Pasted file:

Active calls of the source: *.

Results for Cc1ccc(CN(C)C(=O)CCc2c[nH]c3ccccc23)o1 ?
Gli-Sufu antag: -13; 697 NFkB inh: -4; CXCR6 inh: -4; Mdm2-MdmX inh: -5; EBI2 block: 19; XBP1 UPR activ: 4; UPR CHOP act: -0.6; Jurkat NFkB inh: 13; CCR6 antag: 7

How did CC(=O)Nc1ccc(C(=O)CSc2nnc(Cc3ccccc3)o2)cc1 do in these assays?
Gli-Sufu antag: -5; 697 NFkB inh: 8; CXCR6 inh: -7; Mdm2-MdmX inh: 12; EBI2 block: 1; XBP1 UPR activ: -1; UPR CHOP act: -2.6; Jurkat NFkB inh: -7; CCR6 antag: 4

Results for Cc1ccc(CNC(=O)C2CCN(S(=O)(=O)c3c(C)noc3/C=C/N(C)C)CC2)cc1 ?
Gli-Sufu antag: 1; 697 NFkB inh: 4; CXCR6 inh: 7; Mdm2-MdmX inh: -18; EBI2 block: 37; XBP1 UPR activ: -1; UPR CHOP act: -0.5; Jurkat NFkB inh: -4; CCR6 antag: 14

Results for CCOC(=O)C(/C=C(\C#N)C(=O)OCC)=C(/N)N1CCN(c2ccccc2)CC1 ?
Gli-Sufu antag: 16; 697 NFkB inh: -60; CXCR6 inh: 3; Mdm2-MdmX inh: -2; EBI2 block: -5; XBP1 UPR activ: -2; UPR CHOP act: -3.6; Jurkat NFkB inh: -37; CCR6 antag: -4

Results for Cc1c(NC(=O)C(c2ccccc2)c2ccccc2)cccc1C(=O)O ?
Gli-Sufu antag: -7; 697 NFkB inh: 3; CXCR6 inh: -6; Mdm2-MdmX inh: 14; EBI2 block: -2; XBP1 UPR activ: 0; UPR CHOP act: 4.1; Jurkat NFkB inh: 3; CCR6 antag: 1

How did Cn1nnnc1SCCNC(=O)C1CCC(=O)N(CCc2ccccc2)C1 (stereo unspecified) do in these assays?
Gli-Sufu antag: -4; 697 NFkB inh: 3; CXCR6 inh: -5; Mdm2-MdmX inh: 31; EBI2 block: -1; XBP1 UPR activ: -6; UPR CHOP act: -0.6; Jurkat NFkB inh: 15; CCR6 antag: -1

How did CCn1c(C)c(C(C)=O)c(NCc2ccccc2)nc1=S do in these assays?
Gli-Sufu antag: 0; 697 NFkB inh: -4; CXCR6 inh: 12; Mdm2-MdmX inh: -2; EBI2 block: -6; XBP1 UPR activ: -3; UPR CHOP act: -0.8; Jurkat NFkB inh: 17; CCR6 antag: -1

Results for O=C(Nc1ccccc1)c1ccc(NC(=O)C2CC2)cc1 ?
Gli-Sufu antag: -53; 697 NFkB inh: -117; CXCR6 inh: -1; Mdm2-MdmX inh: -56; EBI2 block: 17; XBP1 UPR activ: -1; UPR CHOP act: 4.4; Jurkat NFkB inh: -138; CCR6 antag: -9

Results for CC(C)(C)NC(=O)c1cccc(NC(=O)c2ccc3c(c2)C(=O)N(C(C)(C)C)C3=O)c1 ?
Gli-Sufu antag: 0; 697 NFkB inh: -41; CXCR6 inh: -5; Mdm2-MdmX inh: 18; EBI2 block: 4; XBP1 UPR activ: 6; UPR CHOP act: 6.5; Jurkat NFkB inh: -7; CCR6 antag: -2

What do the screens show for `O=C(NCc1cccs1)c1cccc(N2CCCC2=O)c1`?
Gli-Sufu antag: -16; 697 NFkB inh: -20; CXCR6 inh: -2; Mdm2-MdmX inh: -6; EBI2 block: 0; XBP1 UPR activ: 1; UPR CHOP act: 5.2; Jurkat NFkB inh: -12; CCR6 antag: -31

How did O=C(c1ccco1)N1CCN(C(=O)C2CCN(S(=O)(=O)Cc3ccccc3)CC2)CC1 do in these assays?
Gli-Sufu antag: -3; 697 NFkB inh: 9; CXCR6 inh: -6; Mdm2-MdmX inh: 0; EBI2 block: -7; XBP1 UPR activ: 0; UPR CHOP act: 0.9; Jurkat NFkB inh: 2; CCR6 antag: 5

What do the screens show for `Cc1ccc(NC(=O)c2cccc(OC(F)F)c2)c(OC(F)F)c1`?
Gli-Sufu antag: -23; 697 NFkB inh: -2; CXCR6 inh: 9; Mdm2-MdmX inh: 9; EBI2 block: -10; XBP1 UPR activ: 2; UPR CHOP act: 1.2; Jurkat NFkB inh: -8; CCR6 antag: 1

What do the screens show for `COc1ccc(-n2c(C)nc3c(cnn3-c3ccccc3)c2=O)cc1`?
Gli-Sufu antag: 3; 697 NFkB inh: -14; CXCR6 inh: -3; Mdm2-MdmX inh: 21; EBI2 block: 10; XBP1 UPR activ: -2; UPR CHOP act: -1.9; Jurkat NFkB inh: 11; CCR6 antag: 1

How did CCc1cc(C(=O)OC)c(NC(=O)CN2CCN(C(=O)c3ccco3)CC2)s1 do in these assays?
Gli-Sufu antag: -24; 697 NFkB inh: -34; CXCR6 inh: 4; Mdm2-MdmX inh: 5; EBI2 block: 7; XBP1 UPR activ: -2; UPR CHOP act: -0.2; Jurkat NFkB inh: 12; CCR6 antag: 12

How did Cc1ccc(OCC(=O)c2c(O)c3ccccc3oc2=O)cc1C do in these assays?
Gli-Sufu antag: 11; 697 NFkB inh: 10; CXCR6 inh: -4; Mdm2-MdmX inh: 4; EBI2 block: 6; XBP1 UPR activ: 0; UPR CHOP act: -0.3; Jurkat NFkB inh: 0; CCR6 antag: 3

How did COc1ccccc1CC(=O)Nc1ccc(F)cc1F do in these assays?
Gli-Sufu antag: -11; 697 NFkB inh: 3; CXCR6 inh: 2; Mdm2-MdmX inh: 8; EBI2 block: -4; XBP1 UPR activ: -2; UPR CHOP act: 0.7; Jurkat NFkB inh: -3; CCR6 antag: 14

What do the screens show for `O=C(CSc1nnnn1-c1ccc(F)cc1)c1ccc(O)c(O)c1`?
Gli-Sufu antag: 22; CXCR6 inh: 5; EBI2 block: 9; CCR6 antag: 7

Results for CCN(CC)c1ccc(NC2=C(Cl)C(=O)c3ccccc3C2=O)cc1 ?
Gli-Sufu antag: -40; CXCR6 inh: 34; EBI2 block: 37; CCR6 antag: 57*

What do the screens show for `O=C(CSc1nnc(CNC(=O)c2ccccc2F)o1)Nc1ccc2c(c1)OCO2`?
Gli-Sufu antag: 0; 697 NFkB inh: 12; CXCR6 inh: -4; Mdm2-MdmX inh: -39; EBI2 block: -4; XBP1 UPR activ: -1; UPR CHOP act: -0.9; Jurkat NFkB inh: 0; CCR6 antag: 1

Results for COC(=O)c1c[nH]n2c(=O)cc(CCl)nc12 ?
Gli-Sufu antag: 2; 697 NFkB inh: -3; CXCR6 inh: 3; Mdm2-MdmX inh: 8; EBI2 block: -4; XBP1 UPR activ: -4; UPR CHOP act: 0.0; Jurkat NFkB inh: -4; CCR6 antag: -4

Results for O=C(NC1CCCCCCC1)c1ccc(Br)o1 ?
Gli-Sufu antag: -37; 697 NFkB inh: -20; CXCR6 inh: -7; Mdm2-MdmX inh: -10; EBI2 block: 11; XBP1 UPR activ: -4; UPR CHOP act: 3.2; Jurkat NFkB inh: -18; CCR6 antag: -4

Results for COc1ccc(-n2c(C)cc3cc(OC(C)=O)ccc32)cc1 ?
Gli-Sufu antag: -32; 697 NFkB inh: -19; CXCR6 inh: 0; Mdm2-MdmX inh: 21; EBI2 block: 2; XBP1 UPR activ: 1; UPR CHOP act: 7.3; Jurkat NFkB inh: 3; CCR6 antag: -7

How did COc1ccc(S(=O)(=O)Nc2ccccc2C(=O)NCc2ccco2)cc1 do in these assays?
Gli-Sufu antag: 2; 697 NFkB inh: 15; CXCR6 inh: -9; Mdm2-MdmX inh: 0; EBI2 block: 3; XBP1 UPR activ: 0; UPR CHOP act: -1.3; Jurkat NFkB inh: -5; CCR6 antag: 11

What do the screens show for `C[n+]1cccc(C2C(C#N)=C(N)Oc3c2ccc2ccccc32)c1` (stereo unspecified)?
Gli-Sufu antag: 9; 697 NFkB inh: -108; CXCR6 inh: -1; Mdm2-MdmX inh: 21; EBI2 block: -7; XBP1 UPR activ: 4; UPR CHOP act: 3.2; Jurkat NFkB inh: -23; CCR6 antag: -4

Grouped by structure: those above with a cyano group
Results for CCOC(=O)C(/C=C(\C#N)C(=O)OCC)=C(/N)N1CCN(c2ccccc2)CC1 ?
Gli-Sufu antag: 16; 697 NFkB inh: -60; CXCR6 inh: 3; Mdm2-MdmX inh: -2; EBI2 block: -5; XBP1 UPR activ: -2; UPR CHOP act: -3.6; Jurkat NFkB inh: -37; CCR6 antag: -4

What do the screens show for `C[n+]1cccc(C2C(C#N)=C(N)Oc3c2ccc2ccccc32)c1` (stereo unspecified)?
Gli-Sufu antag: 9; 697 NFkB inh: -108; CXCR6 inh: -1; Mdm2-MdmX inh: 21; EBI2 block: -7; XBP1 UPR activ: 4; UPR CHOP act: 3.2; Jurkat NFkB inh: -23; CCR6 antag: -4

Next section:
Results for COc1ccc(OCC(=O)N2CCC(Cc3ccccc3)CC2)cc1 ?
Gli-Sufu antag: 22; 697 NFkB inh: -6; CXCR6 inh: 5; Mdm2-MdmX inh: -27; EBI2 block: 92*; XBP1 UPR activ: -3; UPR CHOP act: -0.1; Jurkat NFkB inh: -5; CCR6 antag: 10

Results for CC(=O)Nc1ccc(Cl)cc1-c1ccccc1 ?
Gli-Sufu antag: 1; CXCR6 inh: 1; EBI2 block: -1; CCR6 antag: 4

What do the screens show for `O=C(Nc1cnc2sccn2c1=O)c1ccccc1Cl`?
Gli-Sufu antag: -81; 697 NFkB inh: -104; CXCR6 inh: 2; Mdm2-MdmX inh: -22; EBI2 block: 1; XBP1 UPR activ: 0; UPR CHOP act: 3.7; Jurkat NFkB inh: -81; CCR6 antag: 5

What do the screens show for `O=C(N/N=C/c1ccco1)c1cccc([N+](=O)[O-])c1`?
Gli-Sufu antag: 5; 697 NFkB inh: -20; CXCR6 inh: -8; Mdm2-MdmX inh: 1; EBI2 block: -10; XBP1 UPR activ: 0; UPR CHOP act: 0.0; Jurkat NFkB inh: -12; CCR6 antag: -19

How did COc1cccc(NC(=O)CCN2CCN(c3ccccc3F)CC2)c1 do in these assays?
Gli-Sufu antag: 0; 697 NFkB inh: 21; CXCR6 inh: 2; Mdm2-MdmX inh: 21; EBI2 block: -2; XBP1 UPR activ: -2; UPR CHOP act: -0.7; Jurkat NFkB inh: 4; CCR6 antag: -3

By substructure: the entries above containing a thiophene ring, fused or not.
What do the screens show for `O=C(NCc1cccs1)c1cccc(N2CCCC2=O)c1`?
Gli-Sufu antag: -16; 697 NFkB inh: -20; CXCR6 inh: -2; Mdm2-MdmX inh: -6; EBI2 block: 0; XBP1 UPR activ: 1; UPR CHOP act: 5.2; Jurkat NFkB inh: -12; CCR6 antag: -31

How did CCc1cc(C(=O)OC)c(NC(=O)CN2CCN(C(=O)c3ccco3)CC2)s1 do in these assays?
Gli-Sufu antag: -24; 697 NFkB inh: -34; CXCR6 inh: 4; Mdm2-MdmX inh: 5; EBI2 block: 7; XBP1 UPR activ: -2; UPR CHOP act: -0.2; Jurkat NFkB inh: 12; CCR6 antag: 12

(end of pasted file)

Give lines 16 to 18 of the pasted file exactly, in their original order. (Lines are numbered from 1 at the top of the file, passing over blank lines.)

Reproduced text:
Results for O=C(Nc1ccccc1)c1ccc(NC(=O)C2CC2)cc1 ?
Gli-Sufu antag: -53; 697 NFkB inh: -117; CXCR6 inh: -1; Mdm2-MdmX inh: -56; EBI2 block: 17; XBP1 UPR activ: -1; UPR CHOP act: 4.4; Jurkat NFkB inh: -138; CCR6 antag: -9

Results for CC(C)(C)NC(=O)c1cccc(NC(=O)c2ccc3c(c2)C(=O)N(C(C)(C)C)C3=O)c1 ?